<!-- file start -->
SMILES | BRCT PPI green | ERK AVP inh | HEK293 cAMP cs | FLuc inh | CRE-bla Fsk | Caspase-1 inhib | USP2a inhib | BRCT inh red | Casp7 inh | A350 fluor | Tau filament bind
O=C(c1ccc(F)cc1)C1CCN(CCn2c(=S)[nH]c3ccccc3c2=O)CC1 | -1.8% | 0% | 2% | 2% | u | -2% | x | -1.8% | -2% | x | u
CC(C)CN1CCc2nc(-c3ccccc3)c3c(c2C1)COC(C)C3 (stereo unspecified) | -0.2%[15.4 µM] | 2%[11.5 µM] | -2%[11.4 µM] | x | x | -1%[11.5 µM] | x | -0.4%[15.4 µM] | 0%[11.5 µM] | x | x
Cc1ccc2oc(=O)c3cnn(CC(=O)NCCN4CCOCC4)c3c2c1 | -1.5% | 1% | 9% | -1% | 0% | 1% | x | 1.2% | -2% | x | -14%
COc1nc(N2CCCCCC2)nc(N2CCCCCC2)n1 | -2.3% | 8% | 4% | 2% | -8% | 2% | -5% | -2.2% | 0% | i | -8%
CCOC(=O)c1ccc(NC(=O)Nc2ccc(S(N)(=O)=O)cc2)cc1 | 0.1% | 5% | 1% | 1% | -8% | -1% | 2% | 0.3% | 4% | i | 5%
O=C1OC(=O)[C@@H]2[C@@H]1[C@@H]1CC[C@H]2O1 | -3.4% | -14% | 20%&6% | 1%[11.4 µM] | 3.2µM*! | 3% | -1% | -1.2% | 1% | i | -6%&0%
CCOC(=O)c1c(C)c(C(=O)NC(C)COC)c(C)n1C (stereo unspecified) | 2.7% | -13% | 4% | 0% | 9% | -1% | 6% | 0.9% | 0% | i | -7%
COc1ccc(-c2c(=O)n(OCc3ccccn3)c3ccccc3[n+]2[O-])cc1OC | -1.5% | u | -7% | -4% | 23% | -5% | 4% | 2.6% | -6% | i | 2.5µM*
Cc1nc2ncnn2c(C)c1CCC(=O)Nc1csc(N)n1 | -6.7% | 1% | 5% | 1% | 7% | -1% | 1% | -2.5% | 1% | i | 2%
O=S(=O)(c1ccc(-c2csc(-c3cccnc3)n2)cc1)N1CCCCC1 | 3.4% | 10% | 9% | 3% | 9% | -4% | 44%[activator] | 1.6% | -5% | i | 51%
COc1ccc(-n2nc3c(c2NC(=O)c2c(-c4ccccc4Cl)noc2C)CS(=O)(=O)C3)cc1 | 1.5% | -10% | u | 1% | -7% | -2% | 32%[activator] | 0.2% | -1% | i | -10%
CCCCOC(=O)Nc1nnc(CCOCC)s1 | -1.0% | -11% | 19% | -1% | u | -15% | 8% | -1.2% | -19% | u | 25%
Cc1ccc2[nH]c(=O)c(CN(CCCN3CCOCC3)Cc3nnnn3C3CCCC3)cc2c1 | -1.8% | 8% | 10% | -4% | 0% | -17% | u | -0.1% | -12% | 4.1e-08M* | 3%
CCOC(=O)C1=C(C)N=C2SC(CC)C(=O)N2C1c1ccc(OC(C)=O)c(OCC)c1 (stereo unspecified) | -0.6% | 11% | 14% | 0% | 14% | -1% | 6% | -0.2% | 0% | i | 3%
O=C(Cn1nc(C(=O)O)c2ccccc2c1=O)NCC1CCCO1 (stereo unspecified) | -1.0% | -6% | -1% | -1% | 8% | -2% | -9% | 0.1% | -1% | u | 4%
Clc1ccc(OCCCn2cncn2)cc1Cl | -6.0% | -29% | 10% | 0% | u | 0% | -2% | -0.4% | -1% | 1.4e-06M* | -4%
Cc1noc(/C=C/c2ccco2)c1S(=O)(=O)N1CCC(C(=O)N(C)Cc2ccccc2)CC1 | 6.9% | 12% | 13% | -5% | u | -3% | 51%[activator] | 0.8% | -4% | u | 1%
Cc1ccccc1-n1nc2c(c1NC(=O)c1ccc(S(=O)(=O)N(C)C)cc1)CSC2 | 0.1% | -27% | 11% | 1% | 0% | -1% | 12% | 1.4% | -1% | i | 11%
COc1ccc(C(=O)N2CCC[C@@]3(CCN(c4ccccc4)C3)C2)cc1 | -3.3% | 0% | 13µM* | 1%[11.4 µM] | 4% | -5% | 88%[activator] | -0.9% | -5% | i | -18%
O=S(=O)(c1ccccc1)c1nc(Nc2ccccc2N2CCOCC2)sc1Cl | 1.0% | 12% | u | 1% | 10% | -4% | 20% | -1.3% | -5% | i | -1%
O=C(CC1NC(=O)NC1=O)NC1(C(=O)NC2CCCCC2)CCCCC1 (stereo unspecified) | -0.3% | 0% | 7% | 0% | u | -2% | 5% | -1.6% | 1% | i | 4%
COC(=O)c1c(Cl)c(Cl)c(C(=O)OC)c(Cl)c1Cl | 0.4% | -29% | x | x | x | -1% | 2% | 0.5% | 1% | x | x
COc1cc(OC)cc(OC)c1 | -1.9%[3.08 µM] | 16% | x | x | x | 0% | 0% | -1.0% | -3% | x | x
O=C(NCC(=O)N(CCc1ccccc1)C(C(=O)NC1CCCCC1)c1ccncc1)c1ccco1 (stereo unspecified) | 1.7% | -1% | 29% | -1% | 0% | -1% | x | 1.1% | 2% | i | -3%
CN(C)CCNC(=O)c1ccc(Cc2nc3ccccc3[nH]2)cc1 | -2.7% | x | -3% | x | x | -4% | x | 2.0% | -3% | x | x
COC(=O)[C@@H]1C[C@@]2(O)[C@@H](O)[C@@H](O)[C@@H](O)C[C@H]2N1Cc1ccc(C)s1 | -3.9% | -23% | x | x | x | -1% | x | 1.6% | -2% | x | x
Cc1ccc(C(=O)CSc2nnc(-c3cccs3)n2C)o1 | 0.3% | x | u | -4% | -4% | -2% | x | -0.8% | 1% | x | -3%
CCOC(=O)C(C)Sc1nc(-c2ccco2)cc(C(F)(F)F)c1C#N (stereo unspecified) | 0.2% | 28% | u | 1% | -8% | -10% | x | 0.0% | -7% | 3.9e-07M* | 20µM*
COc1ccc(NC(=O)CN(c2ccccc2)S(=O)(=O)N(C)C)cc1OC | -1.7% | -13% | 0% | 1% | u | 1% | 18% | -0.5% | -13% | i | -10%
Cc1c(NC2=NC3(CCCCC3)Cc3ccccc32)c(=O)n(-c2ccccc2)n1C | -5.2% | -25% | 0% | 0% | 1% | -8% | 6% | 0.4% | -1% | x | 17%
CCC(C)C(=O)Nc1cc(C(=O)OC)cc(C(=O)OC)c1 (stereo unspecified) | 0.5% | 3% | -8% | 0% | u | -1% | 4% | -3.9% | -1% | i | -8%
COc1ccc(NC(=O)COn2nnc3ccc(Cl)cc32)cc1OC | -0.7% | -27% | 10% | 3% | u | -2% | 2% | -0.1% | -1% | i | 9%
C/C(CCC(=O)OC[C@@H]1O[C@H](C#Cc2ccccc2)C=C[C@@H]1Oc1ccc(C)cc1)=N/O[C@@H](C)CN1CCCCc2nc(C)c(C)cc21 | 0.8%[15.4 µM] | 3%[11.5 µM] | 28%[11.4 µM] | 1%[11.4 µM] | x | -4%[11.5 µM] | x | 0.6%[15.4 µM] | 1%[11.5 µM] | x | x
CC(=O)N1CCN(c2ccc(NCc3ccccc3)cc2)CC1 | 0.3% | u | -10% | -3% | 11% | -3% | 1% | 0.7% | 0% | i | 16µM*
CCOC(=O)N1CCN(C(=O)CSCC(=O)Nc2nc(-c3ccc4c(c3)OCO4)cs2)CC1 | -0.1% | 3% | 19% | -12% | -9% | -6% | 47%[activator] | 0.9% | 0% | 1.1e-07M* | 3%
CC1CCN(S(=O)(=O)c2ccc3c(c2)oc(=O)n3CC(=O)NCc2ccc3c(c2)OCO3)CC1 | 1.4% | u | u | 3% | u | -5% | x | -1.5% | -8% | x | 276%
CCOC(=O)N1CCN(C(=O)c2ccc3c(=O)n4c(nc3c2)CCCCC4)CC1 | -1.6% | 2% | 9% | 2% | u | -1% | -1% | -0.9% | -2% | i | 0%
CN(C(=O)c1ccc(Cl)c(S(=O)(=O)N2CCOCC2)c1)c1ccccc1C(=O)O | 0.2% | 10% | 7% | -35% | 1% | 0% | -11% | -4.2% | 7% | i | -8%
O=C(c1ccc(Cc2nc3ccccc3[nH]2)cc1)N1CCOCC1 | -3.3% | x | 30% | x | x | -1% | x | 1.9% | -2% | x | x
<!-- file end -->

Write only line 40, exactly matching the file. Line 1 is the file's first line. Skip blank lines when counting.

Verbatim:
O=C(c1ccc(Cc2nc3ccccc3[nH]2)cc1)N1CCOCC1 | -3.3% | x | 30% | x | x | -1% | x | 1.9% | -2% | x | x